How to Use Science to Trick Yourself Into Sticking to Your Budget
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Remember inertia? In high school science, we learned things tend to continue in established patterns. A body in motion stays in motion.
The same principle applies to personal finance. Once we get into the habit of saving money, it’s easier to keep doing it.
Unfortunately, the reverse is also true. When we’re in the habit of frequent splurges and daily treats, it’s much easier to continue in that vein than to change.
Because of inertia’s power in our lives, researchers have been trying to figure out how to form and maintain habits, so we can create and stick to ones that will help us, not hurt us.
Here’s how we can use the principles of habit formation to change our behavior around money and better handle our finances — meaning, we’ll have more money to spend on the things we actually want to spend it on.
The Habit Loop
First, we have the trigger. This is what cues your brain to kick off a habit.
For example, leaving the house and heading to work might segue into stopping at Starbucks to buy a cup of coffee. Stepping outside is the trigger for a daily coffee purchase.
Next comes the routine, the habit itself. In this example, the routine is spending money on coffee.
The third step is the reward. This is the reinforcement that encourages you to continue with the habit. As any coffee lover will tell you, the reward of this habit is the caffeine, but it’s also the taste and the ritual.
Now that we’ve dissected how habits are formed, let’s look at how to change them.
Do a Swap
When you look at your habit loop, focus on the reward.
Duhigg gives the example of going out for drinks with coworkers. The reward here is spending time with your colleagues and the relaxing effects of alcohol.
So how can you get similar rewards without spending money? How about replacing the drinks with a potluck or other low-cost activity? Or, invite your favorite coworkers to go on a lunchtime walk to get out of the office.
You’ll get the social interaction you’re after — and, in the case of brisk walk, the relaxation from physical exercise — from a different (less expensive) activity.
As you form a new habit, remind yourself of your goal throughout the day. Financial writer Cheryl Lock recommends making the habit part of a mantra you come back to throughout the day.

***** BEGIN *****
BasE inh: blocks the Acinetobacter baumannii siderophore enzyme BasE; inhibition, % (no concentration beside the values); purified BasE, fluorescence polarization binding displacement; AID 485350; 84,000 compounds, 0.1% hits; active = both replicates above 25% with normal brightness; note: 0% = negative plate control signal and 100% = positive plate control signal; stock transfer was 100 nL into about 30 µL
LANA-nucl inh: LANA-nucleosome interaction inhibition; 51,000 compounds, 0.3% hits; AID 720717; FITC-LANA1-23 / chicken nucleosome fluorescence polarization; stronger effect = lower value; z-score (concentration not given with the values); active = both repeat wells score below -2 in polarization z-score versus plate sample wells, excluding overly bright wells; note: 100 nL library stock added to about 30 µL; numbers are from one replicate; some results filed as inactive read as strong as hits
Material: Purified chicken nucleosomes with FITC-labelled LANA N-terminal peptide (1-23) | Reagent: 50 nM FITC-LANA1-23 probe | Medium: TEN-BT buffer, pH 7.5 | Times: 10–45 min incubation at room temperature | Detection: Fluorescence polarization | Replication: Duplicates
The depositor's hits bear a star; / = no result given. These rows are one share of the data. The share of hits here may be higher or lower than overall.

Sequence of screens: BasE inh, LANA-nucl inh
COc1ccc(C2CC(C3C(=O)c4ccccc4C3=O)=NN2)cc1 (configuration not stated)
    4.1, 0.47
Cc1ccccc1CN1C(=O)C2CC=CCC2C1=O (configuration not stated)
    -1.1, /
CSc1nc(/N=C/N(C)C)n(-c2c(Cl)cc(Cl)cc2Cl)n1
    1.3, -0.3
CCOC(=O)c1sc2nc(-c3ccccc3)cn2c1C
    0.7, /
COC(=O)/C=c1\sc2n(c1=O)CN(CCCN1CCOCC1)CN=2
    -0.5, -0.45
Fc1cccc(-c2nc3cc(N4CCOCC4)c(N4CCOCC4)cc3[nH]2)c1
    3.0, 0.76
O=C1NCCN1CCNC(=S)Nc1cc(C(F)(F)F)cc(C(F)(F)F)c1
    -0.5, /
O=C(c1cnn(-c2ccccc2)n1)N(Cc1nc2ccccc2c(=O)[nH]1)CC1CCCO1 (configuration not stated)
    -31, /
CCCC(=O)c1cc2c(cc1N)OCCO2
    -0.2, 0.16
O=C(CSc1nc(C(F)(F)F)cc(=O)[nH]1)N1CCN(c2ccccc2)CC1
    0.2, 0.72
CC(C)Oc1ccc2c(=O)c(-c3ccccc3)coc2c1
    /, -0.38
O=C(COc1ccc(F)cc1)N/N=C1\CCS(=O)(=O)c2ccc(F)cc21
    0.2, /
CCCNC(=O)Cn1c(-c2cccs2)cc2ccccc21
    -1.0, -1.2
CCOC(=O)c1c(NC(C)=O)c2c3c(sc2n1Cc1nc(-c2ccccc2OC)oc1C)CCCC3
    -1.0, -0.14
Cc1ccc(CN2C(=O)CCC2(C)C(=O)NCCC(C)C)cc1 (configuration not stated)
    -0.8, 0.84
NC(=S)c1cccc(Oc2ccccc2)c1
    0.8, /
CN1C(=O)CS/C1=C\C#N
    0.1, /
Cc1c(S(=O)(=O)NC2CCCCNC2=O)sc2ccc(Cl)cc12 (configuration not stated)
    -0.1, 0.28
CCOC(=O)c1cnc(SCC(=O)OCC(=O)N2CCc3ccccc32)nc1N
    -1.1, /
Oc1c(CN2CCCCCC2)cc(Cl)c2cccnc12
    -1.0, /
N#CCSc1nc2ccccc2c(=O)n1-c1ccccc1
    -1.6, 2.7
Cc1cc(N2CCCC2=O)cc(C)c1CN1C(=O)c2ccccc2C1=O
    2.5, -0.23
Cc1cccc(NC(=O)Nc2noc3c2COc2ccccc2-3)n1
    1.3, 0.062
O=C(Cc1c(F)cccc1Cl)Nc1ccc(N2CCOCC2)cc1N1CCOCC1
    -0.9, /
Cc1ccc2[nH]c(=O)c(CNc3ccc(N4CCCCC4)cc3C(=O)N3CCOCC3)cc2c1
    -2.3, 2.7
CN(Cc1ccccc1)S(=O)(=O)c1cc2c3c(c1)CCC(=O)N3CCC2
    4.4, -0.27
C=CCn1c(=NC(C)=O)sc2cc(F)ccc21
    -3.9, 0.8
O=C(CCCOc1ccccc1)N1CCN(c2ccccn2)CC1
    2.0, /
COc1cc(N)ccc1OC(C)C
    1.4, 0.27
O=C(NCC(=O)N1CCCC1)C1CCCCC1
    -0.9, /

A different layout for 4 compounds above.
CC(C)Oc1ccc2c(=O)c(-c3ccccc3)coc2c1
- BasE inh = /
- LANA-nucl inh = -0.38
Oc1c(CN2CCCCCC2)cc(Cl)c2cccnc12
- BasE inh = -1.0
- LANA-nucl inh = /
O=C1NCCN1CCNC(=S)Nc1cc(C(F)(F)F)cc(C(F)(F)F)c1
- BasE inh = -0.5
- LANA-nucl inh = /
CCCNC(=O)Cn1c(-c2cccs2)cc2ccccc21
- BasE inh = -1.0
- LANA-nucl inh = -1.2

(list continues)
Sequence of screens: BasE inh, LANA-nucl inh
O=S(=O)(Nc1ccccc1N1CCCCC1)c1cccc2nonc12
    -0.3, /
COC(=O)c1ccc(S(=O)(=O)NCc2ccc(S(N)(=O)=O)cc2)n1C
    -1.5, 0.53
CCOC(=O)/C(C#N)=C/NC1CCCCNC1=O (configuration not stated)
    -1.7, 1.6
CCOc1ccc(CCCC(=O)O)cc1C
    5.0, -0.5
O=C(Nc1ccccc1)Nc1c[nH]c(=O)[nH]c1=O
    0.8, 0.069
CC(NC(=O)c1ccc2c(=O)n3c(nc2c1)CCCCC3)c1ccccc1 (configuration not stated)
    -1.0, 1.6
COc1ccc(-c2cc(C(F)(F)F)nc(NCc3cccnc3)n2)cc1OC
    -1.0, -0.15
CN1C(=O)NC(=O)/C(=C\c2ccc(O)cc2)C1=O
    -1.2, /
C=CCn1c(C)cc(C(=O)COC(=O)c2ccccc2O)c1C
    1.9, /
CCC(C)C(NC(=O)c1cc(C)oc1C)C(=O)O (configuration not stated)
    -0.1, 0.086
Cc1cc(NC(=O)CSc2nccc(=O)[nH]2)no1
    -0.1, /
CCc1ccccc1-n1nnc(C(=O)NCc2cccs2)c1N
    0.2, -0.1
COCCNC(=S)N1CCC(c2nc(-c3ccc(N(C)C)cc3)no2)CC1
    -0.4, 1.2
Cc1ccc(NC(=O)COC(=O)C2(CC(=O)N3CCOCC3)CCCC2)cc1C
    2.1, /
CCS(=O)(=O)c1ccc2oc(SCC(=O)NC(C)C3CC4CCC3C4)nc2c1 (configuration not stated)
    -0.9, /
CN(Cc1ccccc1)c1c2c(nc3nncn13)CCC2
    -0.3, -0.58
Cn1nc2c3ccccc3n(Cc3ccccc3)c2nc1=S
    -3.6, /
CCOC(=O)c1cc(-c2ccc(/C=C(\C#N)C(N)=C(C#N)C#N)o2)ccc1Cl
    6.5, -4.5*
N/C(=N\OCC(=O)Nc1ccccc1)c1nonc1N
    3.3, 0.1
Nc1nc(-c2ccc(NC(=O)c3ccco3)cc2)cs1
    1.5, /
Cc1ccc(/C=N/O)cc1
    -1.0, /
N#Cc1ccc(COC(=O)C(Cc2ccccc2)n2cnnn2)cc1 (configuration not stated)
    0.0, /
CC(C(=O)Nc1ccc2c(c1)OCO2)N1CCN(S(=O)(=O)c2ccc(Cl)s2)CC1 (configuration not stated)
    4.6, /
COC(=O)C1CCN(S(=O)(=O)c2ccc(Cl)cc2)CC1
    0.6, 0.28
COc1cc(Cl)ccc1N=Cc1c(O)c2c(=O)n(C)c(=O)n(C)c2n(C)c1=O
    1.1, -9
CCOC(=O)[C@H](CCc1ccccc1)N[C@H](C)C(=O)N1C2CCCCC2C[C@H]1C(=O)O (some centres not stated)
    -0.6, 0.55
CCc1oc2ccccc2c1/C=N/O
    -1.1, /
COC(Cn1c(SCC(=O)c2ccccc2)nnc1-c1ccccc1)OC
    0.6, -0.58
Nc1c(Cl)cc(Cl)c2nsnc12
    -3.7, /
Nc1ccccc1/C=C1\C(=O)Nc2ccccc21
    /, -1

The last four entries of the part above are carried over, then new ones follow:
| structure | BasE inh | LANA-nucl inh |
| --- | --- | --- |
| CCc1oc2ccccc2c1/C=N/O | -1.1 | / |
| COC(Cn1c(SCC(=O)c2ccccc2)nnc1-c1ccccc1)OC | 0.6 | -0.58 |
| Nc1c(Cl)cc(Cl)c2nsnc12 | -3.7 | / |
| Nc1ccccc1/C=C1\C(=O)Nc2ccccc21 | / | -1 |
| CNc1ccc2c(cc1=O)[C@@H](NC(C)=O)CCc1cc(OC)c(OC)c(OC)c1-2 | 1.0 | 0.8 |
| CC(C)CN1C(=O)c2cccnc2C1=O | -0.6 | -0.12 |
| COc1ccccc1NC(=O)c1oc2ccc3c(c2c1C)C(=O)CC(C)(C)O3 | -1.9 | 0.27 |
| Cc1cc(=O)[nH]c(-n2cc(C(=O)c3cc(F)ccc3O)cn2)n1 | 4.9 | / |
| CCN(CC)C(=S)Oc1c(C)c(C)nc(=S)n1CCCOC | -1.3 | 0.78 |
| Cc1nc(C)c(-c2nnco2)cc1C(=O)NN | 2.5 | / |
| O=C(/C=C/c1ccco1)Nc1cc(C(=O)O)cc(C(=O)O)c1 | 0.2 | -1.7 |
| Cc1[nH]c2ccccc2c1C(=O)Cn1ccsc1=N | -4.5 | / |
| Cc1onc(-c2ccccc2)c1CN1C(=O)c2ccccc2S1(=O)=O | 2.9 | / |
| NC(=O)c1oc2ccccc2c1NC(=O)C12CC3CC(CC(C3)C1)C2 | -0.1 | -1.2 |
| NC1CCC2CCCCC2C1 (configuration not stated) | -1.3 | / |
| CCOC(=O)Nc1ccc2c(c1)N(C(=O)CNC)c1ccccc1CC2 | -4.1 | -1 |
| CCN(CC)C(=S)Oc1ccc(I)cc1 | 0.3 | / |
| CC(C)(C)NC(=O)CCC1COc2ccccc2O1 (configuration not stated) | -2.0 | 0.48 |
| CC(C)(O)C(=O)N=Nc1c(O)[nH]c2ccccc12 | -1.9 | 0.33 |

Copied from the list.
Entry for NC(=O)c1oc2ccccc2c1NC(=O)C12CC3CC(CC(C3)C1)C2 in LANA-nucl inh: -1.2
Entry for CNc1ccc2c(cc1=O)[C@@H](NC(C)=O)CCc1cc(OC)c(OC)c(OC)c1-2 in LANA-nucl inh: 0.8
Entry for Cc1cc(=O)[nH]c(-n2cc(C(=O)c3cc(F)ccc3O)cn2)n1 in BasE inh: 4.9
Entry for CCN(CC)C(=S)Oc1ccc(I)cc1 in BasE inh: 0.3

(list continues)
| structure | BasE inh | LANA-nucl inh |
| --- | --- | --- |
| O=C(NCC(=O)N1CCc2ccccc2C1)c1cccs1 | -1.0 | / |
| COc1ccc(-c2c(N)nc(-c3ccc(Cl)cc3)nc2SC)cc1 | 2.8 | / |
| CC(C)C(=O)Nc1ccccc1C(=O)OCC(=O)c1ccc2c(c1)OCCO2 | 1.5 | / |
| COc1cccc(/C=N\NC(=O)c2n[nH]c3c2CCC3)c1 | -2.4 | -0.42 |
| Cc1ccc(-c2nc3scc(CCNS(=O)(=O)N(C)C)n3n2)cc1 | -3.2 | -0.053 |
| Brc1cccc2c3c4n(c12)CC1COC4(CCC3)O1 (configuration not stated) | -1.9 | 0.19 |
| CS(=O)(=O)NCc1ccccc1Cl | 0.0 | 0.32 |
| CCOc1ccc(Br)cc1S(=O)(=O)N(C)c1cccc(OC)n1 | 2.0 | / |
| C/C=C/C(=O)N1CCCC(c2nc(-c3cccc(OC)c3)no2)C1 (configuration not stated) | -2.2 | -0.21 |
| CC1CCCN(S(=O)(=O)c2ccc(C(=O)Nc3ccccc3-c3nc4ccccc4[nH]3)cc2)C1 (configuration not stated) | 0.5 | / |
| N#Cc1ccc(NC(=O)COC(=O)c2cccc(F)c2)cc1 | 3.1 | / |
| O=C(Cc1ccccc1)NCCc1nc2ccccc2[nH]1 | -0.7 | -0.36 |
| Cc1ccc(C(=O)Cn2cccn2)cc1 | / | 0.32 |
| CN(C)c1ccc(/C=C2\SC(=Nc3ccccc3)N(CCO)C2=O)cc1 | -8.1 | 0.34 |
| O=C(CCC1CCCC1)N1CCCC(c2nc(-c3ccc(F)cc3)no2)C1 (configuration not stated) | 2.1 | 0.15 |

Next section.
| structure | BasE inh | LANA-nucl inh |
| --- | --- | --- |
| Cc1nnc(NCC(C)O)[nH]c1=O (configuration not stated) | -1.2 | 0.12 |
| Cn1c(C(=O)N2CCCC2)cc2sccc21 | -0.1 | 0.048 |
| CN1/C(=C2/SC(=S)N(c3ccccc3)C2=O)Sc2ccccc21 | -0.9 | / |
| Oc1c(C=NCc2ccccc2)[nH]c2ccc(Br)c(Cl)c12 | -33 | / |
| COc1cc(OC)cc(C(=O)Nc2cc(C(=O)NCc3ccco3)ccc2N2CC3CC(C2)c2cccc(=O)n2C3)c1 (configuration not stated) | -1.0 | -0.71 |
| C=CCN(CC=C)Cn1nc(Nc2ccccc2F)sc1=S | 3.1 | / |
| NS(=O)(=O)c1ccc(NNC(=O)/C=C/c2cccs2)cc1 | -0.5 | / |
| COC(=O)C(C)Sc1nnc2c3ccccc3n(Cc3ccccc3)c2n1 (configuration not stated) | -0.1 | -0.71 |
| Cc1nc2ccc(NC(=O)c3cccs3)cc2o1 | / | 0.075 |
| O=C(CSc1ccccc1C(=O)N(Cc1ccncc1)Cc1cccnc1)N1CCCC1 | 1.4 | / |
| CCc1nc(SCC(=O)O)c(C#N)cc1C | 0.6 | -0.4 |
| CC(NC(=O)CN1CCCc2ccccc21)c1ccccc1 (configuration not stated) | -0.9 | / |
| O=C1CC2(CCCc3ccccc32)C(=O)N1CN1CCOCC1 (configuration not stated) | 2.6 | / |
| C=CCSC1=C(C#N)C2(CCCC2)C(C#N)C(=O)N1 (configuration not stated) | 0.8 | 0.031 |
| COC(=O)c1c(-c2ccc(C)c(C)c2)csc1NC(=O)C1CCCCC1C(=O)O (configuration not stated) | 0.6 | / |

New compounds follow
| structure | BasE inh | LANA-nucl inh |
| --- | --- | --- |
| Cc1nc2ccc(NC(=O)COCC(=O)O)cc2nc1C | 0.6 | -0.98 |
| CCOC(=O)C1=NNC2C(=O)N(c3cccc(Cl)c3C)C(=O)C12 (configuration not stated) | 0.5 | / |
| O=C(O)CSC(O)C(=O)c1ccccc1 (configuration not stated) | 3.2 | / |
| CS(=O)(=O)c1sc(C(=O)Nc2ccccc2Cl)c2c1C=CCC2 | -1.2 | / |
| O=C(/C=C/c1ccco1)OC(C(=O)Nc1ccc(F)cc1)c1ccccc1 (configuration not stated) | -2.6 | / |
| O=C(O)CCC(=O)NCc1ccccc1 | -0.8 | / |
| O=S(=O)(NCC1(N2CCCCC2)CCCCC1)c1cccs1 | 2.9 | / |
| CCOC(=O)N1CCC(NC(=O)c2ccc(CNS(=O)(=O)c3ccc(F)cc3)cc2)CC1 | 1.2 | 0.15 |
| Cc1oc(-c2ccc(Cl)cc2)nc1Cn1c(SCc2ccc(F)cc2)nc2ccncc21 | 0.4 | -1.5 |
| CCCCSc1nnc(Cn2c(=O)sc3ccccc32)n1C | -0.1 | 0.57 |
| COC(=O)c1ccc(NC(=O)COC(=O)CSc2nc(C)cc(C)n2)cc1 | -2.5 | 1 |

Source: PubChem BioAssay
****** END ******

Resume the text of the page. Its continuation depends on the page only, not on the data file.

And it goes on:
Try something positive and specific, like, “Eating out just once a week saves me $100.” To remind yourself, Lock suggests setting the mantra as the background on your phone or posting it somewhere you’ll see it throughout the day.
Chances are, you probably already have a few good habits under your belt. Recent research shows stacking one habit on top of another can help reinforce good behavior.
In the study, participants tried to floss more regularly. The more successful group was told to use the cue of setting down their toothbrush to remind them to floss. By lining up flossing with another positive behavior, participants were able to maintain their new habit more successfully.
Choose a good habit you’ve already got down, and then add on.
Maybe you’re awesome at packing your lunch each night but you’d like to cut out your morning trip to Starbucks. Once you’ve finished packing your lunch, consider prepping your coffee for the morning, whether that means grinding the beans for your French press, setting the timer on your coffee maker or just checking that your K-Cups are at the ready.
Taking the brainpower out of decision-making is the ultimate way to maintain a good habit.
If you never actually get around to saving for retirement, automate it! If you keep forgetting to pay off your credit card, automate it!
If you don’t have to actually take action to make a positive financial change, you’re winning the game.
You Do You
You know how people say it takes 21 days to form a new habit? That’s not actually true.
The time to form a habit varies widely from person to person, according to a study in the European Journal of Social Psychology. Habits stuck after anywhere from 18 to 254 days, depending on the person.
So if it’s taking you a while to get in the habit of checking your budget each week, don’t despair. And don’t give up either. Keep at it, and eventually you’ll form a new, positive habit.
Your Turn: What financial habits are you working on? What strategies do you use to make a new habit stick?
Lyndsee Simpson is a writer and editor living in Washington, D.C. She’s got so many habits to break and so little time.
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